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|Solanum acroscopicum information and growing instructions|
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|This is an OSSI open source variety. Click for more information about open source seeds.|
|Tubers of this variety are offered alternately, in odd years, barring crop failure.|
Twanoh is a Cultivariable original variety, introduced in 2019. It is an unusual potato that I am pretty excited about, although also a mystery. It may not be what I think it is (more on that below). This is a different species than the common potato, Solanum tuberosum. Twanoh is a selection of Solanum acroscopicum, a wild potato from Peru. Wild potatoes are often used in breeding with the domesticated potato, but rarely have been improved themselves. If Twanoh were a regular, domesticated potato, it wouldn’t be particularly impressive. This isn’t a variety that can compete with S. tuberosum potatoes; it is more of a curiosity for plant nerds, but I hope it is just a first step toward even better cultivars of this species. This variety may also have some ornamental value, as it is more compact than most potatoes and produces large, light purple flowers for several months. I could imagine growing it in a flower bed, with a bonus harvest of tubers in the fall.
As a wild species, the genetics are likely to have a lot of differences from the common potato and it is impossible to predict what kind of value might come from that. Typically, a lot of resistance to pests and diseases is lost through the process of domestication. Solanum acroscopicum has been noted to have resistance to Colorado potato beetle, early and late blights, potato leafroll virus, potato virus Y, root knot nematode, and wart. This species has been grown by few people other than potato researchers and very little work has been published about it. Part of what makes Twanoh exciting is the possibility of discovering new and valuable traits in this potato cousin.
I feel obligated to provide a warning with this variety, but all that I can really warn you against is the unknown. As far as I know, Solanum acroscopicum has not been used as a food plant in the past. Typically, wild potatoes are all treated as edible as long as they have a safe level of glycoalkaloids. Twanoh appears to have low glycoalkaloids, as attested to by its lack of bitterness. Still, because this species has not been commonly consumed, it could contain something toxic that we don’t know about. I have eaten quite a bit of it with no complaints, but you should probably start slowly and make sure that it doesn’t disagree with you. Other than that, I can’t really provide any advice, since there is no way to establish the safety of any food, other than by long experience. I do not and cannot know if it is equivalent in safety to the domesticated potato.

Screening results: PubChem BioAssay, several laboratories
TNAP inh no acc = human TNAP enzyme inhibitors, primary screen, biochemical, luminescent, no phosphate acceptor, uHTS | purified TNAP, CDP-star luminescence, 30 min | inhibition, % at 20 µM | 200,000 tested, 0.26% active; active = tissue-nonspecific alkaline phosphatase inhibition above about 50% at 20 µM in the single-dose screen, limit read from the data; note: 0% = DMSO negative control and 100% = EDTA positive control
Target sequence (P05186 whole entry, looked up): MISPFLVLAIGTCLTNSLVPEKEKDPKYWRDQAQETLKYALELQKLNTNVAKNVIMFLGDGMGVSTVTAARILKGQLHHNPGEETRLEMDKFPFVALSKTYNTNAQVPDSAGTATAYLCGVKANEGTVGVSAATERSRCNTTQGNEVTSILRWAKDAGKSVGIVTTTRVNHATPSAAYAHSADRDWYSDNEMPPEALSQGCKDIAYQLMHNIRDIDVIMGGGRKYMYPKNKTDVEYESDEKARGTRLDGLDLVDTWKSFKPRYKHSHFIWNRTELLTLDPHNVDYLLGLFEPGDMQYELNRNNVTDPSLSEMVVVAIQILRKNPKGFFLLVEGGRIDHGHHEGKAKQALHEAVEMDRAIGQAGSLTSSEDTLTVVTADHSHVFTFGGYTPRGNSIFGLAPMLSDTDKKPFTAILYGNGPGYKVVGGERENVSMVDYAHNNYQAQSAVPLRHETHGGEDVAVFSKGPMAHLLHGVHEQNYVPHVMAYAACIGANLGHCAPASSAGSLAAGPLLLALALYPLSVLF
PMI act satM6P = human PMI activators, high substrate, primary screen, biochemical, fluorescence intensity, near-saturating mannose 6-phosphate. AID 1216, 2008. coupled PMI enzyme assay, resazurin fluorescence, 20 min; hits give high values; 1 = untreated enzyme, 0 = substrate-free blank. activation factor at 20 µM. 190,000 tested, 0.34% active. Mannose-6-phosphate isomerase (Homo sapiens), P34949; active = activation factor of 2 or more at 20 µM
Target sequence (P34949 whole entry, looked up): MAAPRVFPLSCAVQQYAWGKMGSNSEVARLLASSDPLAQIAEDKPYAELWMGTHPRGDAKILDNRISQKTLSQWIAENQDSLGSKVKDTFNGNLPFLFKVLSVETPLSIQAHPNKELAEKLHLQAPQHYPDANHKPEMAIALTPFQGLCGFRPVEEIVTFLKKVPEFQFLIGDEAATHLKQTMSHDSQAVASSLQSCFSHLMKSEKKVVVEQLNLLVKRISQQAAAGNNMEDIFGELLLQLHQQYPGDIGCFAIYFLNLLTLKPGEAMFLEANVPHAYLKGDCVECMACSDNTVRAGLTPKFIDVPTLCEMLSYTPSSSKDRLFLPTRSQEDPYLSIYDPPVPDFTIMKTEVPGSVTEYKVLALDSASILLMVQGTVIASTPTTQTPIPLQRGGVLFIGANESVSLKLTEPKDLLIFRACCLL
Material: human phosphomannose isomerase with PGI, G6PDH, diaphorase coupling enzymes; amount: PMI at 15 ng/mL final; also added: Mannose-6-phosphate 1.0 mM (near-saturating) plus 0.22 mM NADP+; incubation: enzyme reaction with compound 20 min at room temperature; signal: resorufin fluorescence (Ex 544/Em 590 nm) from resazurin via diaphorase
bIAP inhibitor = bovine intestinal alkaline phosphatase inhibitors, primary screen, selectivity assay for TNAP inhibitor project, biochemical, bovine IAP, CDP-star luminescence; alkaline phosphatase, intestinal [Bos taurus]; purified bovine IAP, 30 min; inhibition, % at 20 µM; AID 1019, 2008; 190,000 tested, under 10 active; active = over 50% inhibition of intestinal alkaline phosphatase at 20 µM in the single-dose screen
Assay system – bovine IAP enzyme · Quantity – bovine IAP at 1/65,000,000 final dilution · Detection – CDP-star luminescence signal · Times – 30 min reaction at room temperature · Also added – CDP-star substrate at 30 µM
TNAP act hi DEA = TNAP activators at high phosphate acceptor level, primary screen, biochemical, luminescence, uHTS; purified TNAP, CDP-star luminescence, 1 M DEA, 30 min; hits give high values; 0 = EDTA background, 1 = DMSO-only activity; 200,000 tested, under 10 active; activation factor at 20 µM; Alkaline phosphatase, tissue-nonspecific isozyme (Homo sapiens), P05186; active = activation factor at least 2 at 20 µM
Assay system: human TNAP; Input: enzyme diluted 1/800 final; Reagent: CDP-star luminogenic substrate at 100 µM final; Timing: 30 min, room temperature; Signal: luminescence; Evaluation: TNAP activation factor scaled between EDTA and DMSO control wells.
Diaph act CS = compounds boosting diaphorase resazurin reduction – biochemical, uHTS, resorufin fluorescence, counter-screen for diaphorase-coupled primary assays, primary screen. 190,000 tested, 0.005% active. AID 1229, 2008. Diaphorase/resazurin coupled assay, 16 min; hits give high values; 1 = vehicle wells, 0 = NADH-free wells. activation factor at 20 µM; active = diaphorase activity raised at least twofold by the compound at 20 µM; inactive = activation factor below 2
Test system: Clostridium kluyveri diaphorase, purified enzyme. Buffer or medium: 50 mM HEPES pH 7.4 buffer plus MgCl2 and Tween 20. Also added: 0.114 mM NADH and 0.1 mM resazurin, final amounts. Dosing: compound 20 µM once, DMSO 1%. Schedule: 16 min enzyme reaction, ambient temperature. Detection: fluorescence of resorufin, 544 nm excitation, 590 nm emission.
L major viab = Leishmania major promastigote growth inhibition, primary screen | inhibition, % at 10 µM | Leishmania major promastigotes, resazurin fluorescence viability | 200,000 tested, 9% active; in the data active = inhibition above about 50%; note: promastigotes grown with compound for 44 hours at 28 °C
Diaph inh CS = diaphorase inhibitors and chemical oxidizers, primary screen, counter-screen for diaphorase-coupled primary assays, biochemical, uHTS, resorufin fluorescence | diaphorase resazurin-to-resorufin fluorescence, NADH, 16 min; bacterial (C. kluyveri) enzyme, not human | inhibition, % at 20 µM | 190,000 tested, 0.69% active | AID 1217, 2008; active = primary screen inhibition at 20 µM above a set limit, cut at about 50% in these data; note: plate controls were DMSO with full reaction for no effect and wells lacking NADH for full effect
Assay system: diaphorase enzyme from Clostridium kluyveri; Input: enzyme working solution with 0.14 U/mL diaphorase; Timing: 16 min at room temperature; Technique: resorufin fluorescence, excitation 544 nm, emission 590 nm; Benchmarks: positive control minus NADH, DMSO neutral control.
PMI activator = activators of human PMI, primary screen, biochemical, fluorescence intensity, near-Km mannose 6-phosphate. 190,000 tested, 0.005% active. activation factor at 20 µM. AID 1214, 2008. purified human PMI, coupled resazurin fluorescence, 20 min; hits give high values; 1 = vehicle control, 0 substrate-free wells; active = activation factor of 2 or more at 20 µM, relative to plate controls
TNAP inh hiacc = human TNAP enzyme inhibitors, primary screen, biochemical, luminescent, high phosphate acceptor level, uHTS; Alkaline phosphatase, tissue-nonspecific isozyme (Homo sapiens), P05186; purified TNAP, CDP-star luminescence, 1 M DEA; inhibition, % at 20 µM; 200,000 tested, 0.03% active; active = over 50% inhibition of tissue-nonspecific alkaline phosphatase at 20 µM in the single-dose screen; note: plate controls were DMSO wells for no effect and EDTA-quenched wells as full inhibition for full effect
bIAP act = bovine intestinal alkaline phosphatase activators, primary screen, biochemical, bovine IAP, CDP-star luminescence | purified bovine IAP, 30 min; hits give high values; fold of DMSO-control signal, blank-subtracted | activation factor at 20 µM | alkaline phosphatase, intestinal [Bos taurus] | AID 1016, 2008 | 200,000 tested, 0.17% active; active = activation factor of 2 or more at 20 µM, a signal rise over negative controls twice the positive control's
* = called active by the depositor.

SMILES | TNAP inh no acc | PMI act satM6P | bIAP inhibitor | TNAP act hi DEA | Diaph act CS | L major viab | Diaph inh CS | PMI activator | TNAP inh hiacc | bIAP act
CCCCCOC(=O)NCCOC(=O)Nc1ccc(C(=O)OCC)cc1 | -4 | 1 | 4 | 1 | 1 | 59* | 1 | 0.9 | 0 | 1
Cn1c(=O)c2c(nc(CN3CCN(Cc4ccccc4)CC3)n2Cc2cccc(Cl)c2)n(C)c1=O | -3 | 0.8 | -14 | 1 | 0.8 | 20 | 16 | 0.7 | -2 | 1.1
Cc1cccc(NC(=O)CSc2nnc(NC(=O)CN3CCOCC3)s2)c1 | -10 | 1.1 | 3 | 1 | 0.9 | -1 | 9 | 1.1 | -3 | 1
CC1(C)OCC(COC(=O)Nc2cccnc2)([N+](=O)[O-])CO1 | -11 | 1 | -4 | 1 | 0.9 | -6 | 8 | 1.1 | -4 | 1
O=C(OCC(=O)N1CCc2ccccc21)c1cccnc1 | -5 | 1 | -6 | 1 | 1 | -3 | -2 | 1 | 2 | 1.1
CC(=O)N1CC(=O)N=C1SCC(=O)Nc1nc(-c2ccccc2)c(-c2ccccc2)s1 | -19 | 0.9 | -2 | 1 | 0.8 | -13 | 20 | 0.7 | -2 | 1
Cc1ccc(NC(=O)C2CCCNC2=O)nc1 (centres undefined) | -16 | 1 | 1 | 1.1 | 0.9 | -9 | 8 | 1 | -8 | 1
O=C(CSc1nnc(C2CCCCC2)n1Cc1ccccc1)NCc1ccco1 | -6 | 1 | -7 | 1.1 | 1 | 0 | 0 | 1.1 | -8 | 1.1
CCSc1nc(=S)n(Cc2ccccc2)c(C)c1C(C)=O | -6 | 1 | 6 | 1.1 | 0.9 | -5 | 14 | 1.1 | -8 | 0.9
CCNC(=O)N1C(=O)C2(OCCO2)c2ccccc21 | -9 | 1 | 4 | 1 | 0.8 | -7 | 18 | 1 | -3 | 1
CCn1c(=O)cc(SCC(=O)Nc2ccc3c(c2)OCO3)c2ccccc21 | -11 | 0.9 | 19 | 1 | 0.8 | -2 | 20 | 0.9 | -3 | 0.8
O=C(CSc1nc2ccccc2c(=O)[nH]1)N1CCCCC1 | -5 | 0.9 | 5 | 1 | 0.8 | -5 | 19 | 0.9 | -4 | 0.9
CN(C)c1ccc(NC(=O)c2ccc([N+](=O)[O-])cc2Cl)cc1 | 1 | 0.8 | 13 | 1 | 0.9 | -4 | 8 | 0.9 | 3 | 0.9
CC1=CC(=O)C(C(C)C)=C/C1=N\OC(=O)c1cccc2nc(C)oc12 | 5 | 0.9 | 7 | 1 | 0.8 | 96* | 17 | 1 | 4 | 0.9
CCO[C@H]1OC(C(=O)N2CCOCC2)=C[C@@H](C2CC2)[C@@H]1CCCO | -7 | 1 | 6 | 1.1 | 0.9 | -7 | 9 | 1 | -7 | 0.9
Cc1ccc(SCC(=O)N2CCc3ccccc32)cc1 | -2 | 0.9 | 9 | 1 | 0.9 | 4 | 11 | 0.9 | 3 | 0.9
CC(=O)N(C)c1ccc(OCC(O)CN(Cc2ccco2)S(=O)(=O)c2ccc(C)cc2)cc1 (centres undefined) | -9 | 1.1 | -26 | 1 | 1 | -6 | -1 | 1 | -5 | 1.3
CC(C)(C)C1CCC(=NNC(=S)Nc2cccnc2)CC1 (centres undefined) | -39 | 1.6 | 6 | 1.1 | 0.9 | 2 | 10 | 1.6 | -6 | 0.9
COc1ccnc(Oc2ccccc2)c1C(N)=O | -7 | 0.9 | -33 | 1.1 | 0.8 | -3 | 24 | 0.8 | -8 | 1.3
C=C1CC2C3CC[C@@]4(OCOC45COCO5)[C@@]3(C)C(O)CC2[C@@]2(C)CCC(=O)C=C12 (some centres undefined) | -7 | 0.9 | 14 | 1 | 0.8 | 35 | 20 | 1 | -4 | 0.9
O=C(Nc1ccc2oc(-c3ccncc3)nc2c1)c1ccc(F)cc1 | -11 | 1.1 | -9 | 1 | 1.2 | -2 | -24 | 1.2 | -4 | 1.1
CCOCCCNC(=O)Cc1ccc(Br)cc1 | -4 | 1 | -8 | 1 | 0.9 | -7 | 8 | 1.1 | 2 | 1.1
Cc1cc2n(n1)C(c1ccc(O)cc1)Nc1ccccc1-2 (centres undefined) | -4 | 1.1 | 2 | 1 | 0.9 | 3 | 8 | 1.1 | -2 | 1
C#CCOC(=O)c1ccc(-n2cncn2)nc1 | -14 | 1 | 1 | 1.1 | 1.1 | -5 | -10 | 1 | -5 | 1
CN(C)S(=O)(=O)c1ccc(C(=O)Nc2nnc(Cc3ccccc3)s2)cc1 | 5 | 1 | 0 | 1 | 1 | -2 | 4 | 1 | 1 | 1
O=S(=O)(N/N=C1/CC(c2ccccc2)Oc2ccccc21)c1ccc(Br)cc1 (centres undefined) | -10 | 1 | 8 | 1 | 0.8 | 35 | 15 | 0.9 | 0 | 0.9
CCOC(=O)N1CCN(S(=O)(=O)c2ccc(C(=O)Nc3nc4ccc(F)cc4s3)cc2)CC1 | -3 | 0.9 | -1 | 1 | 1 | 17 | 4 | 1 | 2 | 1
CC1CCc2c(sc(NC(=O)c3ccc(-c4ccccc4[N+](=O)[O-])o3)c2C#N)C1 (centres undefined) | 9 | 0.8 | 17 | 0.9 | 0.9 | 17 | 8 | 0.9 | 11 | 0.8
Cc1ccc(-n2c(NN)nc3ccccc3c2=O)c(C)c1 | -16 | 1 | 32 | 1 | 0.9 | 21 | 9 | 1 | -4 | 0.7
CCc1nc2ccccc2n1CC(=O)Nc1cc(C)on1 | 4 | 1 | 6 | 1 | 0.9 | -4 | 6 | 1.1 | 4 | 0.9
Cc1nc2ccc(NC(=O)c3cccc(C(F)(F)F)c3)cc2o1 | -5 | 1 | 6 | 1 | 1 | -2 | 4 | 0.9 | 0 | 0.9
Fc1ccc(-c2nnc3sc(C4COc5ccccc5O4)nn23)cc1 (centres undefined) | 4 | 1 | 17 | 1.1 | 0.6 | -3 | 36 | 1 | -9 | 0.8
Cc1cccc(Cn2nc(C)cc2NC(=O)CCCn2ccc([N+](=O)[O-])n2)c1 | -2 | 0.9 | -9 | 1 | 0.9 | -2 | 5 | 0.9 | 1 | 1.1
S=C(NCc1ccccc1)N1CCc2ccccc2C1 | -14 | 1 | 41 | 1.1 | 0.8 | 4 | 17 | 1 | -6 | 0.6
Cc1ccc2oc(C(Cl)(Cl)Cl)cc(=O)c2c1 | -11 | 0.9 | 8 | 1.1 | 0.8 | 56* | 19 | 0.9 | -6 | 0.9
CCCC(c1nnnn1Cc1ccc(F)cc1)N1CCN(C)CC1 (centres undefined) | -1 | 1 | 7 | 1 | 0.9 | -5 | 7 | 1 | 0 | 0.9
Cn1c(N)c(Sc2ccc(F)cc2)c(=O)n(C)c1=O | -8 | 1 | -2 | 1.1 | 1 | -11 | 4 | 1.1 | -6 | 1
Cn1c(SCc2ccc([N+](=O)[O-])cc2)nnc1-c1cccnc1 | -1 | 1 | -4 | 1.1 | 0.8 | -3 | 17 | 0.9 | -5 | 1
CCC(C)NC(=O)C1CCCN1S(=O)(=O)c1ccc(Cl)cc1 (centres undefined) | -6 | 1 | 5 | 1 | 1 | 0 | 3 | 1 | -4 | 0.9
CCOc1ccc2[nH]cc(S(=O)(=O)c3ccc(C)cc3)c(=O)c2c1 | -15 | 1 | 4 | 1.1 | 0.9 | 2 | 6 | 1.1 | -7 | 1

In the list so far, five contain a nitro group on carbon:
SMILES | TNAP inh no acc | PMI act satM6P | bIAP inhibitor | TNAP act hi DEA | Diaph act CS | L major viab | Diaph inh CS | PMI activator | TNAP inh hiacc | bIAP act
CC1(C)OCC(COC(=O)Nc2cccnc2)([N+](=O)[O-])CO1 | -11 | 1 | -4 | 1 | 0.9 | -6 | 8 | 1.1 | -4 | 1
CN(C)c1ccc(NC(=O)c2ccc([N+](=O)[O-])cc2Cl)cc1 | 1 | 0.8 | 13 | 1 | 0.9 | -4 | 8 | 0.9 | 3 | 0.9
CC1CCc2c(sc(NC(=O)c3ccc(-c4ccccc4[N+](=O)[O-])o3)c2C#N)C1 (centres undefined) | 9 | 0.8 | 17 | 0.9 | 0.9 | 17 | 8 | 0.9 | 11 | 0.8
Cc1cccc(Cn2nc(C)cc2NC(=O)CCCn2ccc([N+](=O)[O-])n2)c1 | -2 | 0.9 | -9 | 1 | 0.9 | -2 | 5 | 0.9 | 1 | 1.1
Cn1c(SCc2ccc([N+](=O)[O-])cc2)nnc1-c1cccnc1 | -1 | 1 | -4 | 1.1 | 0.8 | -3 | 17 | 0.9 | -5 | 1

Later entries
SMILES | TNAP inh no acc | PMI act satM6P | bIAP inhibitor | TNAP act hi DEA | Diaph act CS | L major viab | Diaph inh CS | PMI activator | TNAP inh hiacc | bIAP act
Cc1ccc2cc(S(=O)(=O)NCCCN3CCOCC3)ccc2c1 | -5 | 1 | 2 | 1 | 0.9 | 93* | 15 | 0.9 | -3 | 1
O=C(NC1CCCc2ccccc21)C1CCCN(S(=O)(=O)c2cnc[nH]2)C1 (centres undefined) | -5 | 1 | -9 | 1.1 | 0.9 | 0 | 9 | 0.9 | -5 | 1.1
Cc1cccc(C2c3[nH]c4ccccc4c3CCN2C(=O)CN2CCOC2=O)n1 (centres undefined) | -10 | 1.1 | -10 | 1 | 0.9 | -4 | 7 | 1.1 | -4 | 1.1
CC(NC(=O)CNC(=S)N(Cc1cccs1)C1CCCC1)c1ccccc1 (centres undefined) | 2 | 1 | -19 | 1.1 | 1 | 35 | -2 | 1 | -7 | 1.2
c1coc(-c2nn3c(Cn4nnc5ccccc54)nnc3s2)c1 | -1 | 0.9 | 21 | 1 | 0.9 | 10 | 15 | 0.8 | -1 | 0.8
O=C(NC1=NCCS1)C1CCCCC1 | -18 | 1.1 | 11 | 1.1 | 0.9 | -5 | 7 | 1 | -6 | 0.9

Now, about the mystery… Twanoh was selected from self-pollinated seeds of a superior seedling that was grown from USDA PI 230495. USDA PI 230495 is identified as tetraploid S. acroscopicum and so that is how I have presented Twanoh here. But, as time has gone on, I have become suspicious about that identification. I think it is likely that it is not tetraploid S. acroscopicum and is much more likely to be a hybrid between S. acroscopicum and S. tuberosum, but it is also possible that it is not S. acroscopicum at all. If you want more information about this, you can read my speculations about PI 230495 at the S. acroscopicum species profile page. In 2023, I am sending Twanoh to the University of Michigan for genotyping, which should help to get to the bottom of the mystery.
Thanks to the USDA Potato Introduction Station, which provided the germplasm that was used in breeding this variety. The name Twanoh was chosen as part of a theme of place names in Western Washington.